June jobs: continued, solid gains, but that 5.3% unemployment rate makes the job market look tighter than it is

July 2nd, 2015 at 9:26 am

Today’s jobs report was a bit weaker than expected, and a bit weaker than it looked at first blush. While payrolls were up 223,000 in June, in line with expectations, and the unemployment rate fell to a record low in this recovery of 5.3%, mitigating factors include:

–downward revisions in payrolls for April and May of 60,000 combined;

–the fall in unemployment was exclusively due to people leaving the labor force, not jobseekers finding work;

–thus, the labor force participation rate ticked down a significant 0.3 percentage points to 62.6%, its lowest level since the late 1970s, though see below re this important trend;

–hourly wage growth was flat in June, and is up 2% over the past year, a slight deceleration from last month’s report;

–average weekly hours worked were also unchanged, so weekly earnings were also up 2%;

–factory employment growth remains weak, up 4,000 and little changed over the past five months (construction was also a weak spot in June, adding no net new jobs).

On the upside, the payroll gains continue to be solid, with employers hiring north of 200,000 workers per month on average (see smoother analysis below), and hiring was robust across much of the service sector. The number of involuntary part-timers continues to decline, and is now down about a million from last year. Long-term unemployment continues to decline as well.

The decline in June’s labor force could, of course, be monthly noise, and in fact, the BLS noted that this variable tends to volatile this time of year, as more people than usual are churning in and out of the job market. There’s also an important structural dimension to the decline in the LFPR, as the older age composition of today’s workforce renders comparisons to the 1970s not particularly valid. But as the job market has gradually tightened, I’ve expected to see some upward movement in the LFPR, as labor demand pulled more people into the workforce. The fact that this has yet to occur suggests that there is much more slack than the 5.3% unemployment rate suggests.

To get a better feel for the underlying trend in net job creation, we turn to our patented smoother chart showing monthly averages over 3, 6, and 12 month intervals. Over the past three months, payrolls are up about 220,000 per month, about the same as June, and a slight deceleration from 12-month trend.

smooth_7_15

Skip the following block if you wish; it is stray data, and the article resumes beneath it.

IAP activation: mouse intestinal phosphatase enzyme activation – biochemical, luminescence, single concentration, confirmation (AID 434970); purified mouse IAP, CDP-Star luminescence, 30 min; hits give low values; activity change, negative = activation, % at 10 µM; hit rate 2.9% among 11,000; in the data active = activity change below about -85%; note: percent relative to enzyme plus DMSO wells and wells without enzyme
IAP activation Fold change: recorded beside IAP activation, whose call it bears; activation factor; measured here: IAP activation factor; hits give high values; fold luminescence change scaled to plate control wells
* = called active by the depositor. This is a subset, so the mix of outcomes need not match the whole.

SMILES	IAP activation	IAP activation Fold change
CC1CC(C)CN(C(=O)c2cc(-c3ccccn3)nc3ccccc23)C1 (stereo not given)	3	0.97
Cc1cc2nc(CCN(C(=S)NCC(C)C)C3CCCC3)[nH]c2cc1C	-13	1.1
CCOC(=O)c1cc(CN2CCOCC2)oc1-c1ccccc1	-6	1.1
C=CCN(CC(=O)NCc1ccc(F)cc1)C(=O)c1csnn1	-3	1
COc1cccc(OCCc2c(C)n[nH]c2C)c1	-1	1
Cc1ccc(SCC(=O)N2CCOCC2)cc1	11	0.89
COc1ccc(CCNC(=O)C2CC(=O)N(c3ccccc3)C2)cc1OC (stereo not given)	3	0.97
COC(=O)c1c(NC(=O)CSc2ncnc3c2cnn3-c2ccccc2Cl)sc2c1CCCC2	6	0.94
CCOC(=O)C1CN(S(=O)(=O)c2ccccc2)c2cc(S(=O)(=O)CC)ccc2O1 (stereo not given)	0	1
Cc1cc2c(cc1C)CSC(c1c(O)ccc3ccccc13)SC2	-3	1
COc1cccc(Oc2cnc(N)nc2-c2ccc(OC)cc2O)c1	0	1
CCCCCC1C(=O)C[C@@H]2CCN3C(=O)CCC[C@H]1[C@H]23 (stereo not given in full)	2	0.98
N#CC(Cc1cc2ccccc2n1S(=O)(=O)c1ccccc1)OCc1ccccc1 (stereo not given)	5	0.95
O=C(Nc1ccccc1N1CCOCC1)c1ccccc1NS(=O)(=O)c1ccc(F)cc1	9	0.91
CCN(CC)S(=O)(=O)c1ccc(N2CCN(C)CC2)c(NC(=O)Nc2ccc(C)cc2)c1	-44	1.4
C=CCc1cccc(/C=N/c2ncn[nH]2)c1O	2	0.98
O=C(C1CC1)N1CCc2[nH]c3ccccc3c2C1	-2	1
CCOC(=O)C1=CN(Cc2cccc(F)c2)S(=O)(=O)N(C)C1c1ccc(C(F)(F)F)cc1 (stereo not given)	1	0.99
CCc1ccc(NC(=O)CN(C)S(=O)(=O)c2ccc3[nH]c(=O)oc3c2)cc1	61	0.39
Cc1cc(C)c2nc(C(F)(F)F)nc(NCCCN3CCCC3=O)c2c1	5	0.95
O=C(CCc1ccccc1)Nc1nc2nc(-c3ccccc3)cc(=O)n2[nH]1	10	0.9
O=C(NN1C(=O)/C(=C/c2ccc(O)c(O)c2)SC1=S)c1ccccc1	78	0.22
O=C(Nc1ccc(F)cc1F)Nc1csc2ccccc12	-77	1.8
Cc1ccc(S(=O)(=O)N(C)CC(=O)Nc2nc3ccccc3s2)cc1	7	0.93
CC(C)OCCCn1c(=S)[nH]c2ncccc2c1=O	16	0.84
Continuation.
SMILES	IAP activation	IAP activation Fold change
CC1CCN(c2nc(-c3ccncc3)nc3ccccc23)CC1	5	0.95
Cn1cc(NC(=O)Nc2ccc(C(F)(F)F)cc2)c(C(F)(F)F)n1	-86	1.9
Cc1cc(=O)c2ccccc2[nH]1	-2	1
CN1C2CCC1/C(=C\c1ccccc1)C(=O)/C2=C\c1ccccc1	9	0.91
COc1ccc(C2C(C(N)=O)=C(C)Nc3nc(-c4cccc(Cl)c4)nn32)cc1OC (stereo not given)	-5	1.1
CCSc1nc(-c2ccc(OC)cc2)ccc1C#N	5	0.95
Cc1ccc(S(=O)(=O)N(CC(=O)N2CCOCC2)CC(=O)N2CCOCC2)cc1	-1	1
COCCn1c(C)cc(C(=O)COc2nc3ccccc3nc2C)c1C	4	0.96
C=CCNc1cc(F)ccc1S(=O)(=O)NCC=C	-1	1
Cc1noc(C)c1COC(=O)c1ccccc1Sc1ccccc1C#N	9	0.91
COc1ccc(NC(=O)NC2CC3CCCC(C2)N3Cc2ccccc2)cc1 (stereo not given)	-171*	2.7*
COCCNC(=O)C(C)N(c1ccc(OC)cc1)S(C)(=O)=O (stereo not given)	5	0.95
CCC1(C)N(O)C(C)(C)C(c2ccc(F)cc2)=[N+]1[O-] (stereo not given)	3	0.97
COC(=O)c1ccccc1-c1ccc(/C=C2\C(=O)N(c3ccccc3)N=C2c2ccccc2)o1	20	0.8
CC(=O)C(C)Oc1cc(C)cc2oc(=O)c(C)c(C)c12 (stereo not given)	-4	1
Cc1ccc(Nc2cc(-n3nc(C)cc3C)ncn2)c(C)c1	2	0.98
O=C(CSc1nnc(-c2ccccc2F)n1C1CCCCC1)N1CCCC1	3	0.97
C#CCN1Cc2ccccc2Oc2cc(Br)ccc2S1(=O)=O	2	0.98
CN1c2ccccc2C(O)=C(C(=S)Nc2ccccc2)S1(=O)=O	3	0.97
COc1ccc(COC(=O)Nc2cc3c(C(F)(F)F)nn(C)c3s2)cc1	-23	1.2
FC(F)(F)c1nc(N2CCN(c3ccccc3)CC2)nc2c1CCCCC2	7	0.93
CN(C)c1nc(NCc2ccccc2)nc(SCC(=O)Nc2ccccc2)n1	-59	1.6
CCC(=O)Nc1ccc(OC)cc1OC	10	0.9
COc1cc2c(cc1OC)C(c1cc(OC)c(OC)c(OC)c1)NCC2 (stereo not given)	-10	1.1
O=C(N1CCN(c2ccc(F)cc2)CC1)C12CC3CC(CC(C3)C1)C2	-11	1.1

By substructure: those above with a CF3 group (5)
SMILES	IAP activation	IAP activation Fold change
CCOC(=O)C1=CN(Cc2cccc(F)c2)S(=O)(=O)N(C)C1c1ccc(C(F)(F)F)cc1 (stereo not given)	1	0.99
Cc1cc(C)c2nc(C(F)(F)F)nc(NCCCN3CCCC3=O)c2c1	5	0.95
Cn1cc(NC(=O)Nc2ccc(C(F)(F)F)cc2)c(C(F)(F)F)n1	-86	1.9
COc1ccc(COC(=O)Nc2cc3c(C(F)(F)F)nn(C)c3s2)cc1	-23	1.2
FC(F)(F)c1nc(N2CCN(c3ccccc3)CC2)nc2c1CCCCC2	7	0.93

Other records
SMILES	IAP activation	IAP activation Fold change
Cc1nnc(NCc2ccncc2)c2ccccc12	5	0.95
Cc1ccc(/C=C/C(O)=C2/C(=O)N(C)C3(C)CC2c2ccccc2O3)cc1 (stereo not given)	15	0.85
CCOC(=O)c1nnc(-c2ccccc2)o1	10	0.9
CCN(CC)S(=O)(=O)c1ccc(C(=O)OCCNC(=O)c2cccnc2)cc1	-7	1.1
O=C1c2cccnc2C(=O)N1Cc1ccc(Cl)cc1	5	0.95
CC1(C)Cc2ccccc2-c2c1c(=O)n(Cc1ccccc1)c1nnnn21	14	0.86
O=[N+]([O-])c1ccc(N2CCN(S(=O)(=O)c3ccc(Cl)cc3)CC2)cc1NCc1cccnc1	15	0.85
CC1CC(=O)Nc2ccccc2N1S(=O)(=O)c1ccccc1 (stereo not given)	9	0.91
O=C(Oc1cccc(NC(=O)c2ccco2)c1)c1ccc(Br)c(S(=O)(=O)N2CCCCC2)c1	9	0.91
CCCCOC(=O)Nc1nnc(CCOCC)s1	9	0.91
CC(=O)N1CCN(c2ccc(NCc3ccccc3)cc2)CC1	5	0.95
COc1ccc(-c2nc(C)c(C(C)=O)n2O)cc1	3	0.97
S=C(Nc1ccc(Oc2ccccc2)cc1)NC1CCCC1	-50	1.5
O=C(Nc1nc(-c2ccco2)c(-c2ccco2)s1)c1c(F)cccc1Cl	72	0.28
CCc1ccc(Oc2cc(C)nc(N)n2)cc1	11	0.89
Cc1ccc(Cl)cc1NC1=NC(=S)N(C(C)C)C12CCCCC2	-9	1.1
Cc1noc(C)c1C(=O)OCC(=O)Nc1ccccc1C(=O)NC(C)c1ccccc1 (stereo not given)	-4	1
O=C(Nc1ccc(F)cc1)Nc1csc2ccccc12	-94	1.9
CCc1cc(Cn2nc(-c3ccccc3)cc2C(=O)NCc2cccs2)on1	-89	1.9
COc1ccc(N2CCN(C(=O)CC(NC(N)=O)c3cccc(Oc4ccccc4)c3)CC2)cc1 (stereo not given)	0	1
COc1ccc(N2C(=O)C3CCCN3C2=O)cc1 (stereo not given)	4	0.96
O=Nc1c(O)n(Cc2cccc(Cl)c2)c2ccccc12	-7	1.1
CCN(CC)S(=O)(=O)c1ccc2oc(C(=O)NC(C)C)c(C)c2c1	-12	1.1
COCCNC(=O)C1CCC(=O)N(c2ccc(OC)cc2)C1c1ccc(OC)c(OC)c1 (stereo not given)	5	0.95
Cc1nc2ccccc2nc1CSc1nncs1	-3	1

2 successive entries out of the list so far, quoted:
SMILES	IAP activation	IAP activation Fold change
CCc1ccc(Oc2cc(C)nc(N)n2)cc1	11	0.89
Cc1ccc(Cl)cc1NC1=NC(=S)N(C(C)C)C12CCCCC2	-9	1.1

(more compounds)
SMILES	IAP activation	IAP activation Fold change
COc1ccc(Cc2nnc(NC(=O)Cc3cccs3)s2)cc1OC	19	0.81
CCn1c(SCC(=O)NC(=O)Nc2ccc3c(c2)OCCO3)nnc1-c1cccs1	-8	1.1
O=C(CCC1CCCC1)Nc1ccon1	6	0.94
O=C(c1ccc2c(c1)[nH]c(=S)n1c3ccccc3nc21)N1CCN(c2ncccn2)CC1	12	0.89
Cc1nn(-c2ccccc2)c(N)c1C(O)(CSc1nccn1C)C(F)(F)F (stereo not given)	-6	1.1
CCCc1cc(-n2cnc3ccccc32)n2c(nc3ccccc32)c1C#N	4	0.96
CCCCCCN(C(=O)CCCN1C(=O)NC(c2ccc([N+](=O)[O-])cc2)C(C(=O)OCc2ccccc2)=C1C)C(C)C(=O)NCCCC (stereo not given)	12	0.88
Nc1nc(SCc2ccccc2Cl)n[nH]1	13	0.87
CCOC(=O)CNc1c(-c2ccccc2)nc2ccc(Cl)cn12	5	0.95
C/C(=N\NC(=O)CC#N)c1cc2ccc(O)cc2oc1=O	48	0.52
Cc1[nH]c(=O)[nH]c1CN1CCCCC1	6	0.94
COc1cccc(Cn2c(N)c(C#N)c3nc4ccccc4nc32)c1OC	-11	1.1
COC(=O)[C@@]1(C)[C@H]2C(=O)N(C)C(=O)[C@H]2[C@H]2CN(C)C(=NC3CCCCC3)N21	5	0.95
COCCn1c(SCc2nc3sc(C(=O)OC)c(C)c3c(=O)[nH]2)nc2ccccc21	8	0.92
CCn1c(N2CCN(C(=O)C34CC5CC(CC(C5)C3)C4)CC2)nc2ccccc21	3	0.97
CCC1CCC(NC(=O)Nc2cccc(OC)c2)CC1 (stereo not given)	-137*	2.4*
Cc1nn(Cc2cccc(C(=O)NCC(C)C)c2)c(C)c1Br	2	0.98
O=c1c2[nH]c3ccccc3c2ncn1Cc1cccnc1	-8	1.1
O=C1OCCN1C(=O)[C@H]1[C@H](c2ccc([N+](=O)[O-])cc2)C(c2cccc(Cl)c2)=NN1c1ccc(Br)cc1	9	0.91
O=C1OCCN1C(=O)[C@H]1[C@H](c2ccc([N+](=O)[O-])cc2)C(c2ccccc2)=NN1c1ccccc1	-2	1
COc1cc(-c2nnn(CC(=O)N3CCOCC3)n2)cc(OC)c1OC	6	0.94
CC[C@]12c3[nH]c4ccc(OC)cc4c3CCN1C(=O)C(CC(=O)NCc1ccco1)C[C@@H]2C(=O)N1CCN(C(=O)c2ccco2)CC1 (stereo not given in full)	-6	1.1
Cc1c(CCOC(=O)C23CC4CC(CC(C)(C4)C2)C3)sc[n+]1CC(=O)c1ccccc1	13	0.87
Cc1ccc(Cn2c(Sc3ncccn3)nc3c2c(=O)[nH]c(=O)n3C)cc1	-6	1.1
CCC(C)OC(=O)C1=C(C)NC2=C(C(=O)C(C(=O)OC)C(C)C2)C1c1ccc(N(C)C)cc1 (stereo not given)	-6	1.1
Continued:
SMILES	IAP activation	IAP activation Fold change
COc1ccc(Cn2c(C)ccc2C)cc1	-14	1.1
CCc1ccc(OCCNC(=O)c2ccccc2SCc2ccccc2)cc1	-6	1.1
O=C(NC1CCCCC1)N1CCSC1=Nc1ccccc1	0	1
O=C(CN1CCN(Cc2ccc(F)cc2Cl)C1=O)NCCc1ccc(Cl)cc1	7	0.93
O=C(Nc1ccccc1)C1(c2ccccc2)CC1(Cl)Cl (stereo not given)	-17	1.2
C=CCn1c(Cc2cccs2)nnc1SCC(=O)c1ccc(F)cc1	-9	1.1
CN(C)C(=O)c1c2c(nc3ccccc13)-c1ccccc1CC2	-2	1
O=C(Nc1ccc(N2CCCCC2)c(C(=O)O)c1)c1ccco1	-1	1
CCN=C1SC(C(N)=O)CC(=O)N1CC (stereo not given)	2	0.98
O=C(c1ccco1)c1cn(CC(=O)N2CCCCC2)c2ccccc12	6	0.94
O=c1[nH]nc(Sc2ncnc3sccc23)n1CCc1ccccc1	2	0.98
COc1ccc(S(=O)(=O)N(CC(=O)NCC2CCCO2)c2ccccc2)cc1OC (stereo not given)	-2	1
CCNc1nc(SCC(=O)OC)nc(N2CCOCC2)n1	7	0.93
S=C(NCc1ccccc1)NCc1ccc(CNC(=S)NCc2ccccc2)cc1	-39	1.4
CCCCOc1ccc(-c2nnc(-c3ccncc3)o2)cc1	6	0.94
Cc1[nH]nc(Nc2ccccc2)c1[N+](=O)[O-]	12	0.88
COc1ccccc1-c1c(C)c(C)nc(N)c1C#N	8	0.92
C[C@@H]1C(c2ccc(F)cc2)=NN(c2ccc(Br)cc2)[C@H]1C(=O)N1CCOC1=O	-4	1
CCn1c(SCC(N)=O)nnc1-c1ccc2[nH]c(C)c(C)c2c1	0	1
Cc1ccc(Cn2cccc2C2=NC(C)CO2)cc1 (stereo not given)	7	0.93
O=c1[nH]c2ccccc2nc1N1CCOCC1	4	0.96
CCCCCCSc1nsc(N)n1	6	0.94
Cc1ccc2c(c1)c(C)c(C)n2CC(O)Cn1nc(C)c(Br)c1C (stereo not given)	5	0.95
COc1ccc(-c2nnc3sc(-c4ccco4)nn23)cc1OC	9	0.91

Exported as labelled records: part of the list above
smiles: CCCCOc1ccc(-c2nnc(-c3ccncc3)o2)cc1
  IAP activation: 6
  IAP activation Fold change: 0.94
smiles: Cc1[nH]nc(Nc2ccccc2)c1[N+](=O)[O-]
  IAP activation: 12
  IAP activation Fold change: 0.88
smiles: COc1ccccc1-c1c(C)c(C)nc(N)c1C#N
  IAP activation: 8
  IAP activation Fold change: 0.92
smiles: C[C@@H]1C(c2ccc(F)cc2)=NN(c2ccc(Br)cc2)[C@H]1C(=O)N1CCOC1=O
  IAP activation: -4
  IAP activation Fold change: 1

Source: BLS, my calculations.

As noted, that 220K trend represents a solid pace of job growth that will eventually, if it persists, help to squeeze out the remaining slack in the job market. But the relatively weak wage growth, the strong-dollar induced weaker manufacturing sector, and the lack of growth in the labor force tells that this is not a “5.3% job market.”

That rate happens to be just about what the Fed considers to be the unemployment rate commensurate with full employment, and based on the bullet points above, that can’t be right. For example, surely, if we were this close to full employment, we’d see more pressure on wage growth. The fact that we clearly do not tells us that a) the measured unemployment rate is biased down, and b) the Fed is having trouble figuring out the natural rate.

That, in turn, implies that talk of raising interest rates is simply premature, full stop. I understand that rates have been very low for very long, and that many Fed critics (and a few Fed governors) are champing at the bit to raise. But when Chair Yellen says they’re “data driven,” I believe her. And the data—while not bad by any means—are not yet consistently strong enough to warrant a change in interest rate policy.

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6 comments in reply to "June jobs: continued, solid gains, but that 5.3% unemployment rate makes the job market look tighter than it is"

  1. Aaron Morrow says:

    Looking at the employment-population ratios for 16+ and 25-54, it looks like June data equals the three month data equals the six month data (59.3% of 16+ and 77.2% of 25-54). So far in 2015, payroll growth has managed to equal population growth.


  2. SeattleAlex says:

    So confused. So we’re just getting old? Or is there some theory other than population age and ‘seasonal volatility’ to explain the persistent drop in labor force participation given that long term unemployment isn’t even contributing…also triple gold star to JB for being the only person ever to spell ‘champing’ at the bit correctly.


  3. Bud Meyers says:

    “The fall in unemployment was exclusively due to people leaving the labor force, not job seekers finding work”

    But today on MSNBC (or was it on CNN?), when asked about the 40-year-low, I heard you say that the labor force participation rate wasn’t as big a deal today as it was 40 years ago…what did you mean by that?

    You attributed it to the Boomers leaving the work force — but they are retiring, making room for prime age workers.

    BTW — The Fed and BLS predict the decline in the LFPR throught 2022. So you’re saying we shouldn’t be concerned with a growing population who can’t find jobs?

    http://www.bls.gov/opub/mlr/2013/article/labor-force-projections-to-2022-the-labor-force-participation-rate-continues-to-fall.htm


    • Jared Bernstein says:

      Sorry for the confusion. I’m saying that to say the LFPR is “the lowest its been since 1977” is not quite right because we’d expect it to be lower now relative to then given the much older workforce now. But it should be higher than it is. It peaked at 66% before the down turn and is now below 63%…I think we could get back maybe a point if not more of that loss from 66 to 63.


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